As the U.S. makes headway in its direct talks with the Taliban, a sense of nervousness and betrayal has kicked in, with many government officials and ordinary Afghans fearing the country may return to the chaos it experienced following the Soviet Union's withdrawal in the late 1980s.
Ambassador Zalmay Khalilzad, the U.S. Special Representative for Afghanistan Reconciliation, has been holding discussions with the Afghan Taliban, Afghan government officials, and local and regional stakeholders in recent weeks to seek a negotiated settlement for America's longest war in Afghanistan.
Officials told VOA Saturday that a draft pact had been reached between the U.S. and the Taliban.
The draft reportedly requires U.S. troops to leave Afghanistan within 18 months of the agreement being signed in exchange for the Taliban pledging not to allow the Afghan territory to serve as a base for terrorism.
Afghan President Ashraf Ghani on Monday said he welcomes efforts toward reaching peace but insisted that they be carefully deliberated.
"We insist on deliberations because we are fully aware of the experience of Dr. Najibullah's government. We all know how he was betrayed. The U.N. promised him that peace would prevail after his departure from power but unfortunately, what ensued was a catastrophe," Ghani said in a joint Pashto and Dari statement to the nation following the news the tentative deal between the U.S and Taliban.
Najibullah was the Soviet-installed president of Afghanistan from September 1986 to April 1992. He took refuge in the United Nations headquarters until he was executed by the Taliban on Sept. 26, 1996.
"As a responsible and elected leader of 35 million Afghans, I am fully aware of the dynamics in the region and the world and can recognize the possible risks and threats after a peace deal," Ghani added.
An Afghan official with knowledge of the recent developments within the Afghan government told VOA on condition of anonymity that the Afghan government feels anxious about the speed of the talks and the possibility that the U.S may hastily settle for a quick fix.
"We are concerned that the special representative [Khalilzad] may opt for a convenient shortcut and contract us out to Pakistan, something that happened following the end of the Cold War," the official said.
Amrullah Saleh, a former minister of interior and a running mate for President Ghani, took to social media to express his opposition to a deal with the Taliban which would not be owned by the Afghan government.
Key to peace
Talking to different media outlets Monday in Kabul, Khalilzad made an effort to calm the paranoia and reiterated the U.S. commitment to long-term stability in Afghanistan.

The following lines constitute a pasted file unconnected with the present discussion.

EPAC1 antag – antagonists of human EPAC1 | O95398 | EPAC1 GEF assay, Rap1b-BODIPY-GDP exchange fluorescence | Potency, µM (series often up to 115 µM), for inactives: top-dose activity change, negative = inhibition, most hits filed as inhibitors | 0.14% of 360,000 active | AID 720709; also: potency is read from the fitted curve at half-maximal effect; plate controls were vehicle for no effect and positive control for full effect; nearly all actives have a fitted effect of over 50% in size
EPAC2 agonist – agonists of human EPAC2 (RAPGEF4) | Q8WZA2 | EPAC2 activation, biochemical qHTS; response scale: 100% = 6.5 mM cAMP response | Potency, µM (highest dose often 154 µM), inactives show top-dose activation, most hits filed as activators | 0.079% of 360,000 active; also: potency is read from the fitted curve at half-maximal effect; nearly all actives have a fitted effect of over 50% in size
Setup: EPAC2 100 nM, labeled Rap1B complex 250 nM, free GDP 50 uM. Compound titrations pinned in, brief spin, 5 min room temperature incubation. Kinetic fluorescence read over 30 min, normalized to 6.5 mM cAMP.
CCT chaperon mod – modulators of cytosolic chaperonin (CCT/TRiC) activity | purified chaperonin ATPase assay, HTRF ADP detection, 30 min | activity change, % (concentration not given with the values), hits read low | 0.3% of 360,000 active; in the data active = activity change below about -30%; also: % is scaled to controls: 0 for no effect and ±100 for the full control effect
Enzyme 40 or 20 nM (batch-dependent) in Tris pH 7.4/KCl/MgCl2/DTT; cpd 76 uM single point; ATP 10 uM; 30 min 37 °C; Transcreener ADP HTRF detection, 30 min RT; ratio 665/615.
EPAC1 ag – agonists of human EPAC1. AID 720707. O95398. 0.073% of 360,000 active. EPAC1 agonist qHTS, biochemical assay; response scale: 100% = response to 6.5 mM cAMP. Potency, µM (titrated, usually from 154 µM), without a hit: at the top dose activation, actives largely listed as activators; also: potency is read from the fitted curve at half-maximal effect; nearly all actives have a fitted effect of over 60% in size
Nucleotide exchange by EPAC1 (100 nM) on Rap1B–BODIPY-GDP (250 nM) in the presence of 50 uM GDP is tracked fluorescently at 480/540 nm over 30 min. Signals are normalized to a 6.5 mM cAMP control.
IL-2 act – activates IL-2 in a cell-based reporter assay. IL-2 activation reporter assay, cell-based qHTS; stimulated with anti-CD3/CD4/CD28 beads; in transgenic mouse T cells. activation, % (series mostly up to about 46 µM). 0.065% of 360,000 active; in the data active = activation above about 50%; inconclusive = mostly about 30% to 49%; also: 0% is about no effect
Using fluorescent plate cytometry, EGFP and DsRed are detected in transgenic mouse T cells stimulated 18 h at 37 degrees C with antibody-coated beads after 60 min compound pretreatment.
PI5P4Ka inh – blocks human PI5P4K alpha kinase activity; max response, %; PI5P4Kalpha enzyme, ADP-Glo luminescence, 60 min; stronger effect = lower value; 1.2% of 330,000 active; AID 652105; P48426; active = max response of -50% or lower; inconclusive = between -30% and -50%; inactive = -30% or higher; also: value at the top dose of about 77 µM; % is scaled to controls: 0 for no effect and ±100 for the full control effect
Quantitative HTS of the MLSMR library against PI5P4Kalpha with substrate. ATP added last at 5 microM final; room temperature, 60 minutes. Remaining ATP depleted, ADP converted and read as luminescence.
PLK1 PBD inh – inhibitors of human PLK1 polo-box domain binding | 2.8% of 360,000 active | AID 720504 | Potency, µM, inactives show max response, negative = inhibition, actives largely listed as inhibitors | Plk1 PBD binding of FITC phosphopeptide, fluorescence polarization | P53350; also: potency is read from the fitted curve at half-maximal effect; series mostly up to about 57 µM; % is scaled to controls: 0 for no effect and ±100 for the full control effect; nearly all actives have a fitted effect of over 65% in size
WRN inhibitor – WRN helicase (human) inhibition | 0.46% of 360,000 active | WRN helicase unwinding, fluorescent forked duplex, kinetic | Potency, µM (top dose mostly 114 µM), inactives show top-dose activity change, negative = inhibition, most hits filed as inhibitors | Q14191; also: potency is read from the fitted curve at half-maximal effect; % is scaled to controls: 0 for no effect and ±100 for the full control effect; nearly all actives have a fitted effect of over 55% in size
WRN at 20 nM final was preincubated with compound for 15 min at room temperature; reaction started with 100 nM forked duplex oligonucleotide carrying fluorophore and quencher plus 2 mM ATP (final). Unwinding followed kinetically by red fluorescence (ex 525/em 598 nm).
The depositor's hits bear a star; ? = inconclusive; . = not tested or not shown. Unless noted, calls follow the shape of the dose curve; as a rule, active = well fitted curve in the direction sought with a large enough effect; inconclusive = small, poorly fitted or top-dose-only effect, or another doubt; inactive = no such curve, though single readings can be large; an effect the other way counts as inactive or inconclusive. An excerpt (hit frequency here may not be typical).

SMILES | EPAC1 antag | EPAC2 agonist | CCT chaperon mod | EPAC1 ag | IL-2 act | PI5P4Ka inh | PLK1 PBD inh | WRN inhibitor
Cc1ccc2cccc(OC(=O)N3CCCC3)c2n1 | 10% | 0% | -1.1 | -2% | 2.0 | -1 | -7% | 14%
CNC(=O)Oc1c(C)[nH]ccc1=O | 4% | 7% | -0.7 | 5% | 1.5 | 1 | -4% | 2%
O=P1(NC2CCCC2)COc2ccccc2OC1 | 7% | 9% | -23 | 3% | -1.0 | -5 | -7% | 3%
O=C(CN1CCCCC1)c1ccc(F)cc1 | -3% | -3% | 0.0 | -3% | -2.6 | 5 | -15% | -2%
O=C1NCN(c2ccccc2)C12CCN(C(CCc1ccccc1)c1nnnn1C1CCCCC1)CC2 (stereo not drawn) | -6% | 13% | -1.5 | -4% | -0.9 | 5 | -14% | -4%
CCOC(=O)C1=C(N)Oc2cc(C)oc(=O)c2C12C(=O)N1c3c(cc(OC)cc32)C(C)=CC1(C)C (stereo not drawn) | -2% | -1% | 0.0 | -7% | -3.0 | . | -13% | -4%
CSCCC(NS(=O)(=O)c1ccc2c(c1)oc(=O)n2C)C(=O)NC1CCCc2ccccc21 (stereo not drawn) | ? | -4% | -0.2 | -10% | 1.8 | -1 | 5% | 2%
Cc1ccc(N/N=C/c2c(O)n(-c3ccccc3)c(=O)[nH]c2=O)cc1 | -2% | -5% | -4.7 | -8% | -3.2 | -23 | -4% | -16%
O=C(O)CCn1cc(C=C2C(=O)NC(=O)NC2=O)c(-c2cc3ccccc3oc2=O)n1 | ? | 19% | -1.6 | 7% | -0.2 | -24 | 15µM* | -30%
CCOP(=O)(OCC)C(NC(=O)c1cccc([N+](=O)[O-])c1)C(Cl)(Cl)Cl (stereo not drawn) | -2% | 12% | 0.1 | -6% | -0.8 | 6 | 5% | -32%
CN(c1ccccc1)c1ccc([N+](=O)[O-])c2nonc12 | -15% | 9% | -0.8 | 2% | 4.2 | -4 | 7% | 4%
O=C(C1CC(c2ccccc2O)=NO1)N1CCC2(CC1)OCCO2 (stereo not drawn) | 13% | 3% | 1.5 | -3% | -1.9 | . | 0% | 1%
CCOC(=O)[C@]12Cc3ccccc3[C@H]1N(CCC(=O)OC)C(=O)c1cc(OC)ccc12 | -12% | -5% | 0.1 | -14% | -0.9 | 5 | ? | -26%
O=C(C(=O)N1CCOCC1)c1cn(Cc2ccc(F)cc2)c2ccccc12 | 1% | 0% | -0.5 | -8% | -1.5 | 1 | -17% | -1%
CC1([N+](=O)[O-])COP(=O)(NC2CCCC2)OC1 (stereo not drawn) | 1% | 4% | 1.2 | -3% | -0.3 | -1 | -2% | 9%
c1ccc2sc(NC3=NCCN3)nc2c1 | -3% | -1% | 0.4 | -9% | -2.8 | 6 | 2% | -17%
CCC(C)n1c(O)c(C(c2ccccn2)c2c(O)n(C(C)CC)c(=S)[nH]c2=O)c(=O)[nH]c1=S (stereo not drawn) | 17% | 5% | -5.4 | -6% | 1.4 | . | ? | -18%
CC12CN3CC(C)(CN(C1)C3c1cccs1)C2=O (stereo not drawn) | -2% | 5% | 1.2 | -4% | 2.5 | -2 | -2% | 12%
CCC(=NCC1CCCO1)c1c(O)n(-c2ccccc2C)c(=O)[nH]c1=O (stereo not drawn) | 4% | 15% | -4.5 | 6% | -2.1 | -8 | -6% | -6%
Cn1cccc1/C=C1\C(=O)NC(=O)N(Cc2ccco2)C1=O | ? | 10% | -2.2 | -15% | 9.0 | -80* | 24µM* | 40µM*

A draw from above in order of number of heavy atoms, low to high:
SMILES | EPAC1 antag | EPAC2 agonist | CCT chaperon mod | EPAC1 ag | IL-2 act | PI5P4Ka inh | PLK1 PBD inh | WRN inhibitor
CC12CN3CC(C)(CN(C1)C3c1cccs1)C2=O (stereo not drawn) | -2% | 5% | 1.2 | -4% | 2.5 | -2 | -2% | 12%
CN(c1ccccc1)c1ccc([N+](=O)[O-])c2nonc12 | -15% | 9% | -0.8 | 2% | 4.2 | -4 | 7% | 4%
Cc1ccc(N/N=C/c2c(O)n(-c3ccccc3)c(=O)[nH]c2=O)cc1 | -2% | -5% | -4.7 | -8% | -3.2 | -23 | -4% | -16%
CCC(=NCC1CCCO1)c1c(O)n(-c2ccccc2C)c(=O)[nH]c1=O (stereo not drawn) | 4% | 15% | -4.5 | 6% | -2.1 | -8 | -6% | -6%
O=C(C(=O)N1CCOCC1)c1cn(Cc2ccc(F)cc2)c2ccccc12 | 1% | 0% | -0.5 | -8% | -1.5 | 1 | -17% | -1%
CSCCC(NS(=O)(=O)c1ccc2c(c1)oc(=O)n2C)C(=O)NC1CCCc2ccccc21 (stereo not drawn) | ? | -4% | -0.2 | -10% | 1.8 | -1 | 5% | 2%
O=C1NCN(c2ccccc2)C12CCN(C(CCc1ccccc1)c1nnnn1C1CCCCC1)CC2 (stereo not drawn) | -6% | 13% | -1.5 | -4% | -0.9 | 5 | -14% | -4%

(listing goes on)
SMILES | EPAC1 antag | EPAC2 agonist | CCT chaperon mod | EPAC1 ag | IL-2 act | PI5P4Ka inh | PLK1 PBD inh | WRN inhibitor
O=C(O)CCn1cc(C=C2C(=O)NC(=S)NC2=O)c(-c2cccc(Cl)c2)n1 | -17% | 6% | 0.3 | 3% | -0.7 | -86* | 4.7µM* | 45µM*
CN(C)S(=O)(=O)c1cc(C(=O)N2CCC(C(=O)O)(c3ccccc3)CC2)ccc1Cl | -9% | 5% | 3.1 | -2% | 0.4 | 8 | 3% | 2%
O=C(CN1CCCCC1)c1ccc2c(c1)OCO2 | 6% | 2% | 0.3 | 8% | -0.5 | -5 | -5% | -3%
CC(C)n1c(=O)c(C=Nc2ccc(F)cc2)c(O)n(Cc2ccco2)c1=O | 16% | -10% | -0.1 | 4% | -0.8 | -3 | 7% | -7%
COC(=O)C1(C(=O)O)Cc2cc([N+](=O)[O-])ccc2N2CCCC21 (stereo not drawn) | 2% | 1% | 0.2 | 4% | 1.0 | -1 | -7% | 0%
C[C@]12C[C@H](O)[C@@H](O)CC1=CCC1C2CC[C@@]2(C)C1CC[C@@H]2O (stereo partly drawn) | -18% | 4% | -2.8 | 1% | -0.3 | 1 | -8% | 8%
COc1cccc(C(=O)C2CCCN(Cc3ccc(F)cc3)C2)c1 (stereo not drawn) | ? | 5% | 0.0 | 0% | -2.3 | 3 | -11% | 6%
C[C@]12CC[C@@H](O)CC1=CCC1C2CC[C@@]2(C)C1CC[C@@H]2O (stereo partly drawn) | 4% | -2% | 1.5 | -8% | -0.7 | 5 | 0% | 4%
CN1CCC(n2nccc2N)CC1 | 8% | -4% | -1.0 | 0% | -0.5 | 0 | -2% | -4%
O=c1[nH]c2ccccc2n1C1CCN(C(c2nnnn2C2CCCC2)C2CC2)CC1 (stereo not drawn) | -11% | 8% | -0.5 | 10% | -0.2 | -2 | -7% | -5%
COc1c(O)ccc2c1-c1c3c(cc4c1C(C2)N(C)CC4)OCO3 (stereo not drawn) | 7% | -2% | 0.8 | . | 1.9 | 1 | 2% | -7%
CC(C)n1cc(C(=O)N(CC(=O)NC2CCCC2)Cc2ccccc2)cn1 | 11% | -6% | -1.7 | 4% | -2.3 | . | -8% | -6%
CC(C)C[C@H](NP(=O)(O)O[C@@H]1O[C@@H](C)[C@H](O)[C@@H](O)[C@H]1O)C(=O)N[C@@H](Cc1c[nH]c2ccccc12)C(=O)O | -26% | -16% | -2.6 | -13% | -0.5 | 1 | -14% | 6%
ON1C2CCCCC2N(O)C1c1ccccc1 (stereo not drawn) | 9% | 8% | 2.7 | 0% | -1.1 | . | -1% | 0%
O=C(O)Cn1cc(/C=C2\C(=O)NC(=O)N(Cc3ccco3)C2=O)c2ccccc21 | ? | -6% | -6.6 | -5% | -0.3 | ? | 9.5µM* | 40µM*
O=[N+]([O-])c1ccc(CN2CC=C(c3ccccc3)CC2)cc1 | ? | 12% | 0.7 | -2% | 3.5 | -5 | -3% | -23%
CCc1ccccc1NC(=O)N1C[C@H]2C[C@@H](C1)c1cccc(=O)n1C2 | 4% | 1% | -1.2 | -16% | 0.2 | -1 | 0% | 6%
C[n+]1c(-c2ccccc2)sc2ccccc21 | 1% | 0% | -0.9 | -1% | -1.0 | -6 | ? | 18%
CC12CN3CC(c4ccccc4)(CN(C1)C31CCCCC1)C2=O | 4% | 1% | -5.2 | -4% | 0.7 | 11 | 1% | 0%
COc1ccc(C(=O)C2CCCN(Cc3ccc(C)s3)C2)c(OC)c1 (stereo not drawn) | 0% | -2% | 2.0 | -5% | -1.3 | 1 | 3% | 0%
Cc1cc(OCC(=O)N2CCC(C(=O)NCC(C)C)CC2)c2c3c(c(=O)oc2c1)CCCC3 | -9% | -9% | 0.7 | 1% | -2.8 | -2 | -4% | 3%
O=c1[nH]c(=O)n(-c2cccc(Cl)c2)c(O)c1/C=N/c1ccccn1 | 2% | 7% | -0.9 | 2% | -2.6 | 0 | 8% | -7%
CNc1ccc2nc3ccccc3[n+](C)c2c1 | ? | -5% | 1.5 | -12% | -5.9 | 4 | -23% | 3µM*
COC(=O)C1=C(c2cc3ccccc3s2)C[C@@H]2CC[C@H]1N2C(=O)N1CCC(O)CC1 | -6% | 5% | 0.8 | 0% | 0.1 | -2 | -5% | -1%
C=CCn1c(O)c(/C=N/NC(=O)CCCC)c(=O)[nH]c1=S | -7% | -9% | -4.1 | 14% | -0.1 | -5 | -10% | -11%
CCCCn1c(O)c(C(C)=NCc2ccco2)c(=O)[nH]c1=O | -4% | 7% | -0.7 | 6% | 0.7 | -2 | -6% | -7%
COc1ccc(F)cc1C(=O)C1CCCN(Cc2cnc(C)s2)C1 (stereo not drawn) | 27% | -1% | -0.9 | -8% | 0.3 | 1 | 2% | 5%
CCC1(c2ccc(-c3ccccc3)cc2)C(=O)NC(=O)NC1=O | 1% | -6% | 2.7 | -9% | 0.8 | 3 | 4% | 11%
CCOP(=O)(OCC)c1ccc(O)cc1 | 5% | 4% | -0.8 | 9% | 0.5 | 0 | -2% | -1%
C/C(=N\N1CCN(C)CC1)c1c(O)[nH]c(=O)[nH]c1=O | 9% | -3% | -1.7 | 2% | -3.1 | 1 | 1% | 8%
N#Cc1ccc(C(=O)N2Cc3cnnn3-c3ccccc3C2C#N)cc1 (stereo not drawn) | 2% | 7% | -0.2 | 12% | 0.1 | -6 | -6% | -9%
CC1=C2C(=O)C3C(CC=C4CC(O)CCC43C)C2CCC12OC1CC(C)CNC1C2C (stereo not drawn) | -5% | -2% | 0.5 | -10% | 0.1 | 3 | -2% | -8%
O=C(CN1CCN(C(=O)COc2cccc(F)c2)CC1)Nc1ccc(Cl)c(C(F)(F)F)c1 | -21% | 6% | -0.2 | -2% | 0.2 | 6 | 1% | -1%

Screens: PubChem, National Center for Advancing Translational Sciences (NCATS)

"We are working together to get to a comprehensive cease-fire. We are working with the Afghan government, with international partners to find implementing mechanisms to reach these goals," he said.
"The key for finding the solutions for Afghan problems is at the hands of Afghans now," Khalilzad added.
Khalilzad rejected reports that the U.S and Taliban have agreed on the establishment of an interim government, a proposition that reportedly rattled many Afghans, including senior government officials.
Afghan presidential elections were to be held in April of this year, but in late December the country's election commission announced that due to some technical glitches witnessed in the country's parliamentary elections in October and the need to be better prepared, elections would be delayed for three months.
Some experts charge that the delay had a lot to do with the ongoing peace talks.
Jason Campbell, a policy researcher at the U.S.-based Rand Corporation, charges that getting the Afghan sides closer to bilateral talks without infringing on the sovereignty of the Afghan government has always been a challenge for the U.S.
"What makes this more complicated is the looming presidential election that will have a large, contentious field of candidates vying for support. Such an environment will likely both pressure candidates, to include especially President Ghani, to demonstrate authority and resolve and enhance the Taliban's reluctance to engage a government that may not be in power in a few months," Campbell said.
"Considering this, it is difficult to envision any substantial breakthroughs in a genuine peace process in the next few months," he added.
"President Ghani should either make peace [with Taliban] or hold presidential elections. Both cannot be achieved at the same time," Waheed Muzhda, a Kabul-based analyst, told VOA.
There are also concerns that a peace deal may come at the expense of losing the hard-earned achievements of the past 17 years.
Sima Samar, chair of Afghanistan Independent Human Rights Commission, told VOA the Afghan ownership of the talks is key to preserving those gains.
"We advocate for extended participation of the Afghan people, especially women and [war] victims in the peace process because if we ignore the victims' rights, access to justice and human rights, we won't have a lasting peace," Samar said.
'Tired of war'
Mubina Sai Khairandish, a female activist in northern Balkh province, said continued war has made people tired.
"The people of Afghanistan are supporting the peace process because they are tired of war. However, they are concerned that the government of Afghanistan is excluded from peace talks," she said.
"Concerns also include women rights, freedom of speech, human rights, constitution rights and other democratic achievements," she added.
Asif Popalzai, a Kabul-based businessman, told VOA that peace and preserving the achievements should go hand in hand.
"We support Mr. Khalilzad's peace process only if we don't lose the achievements we have had during the past 17 years," he said. "No one in Afghanistan wants a government similar to that of Taliban regime, even if it brings peace."
VOA's Afghan service contributed to this report.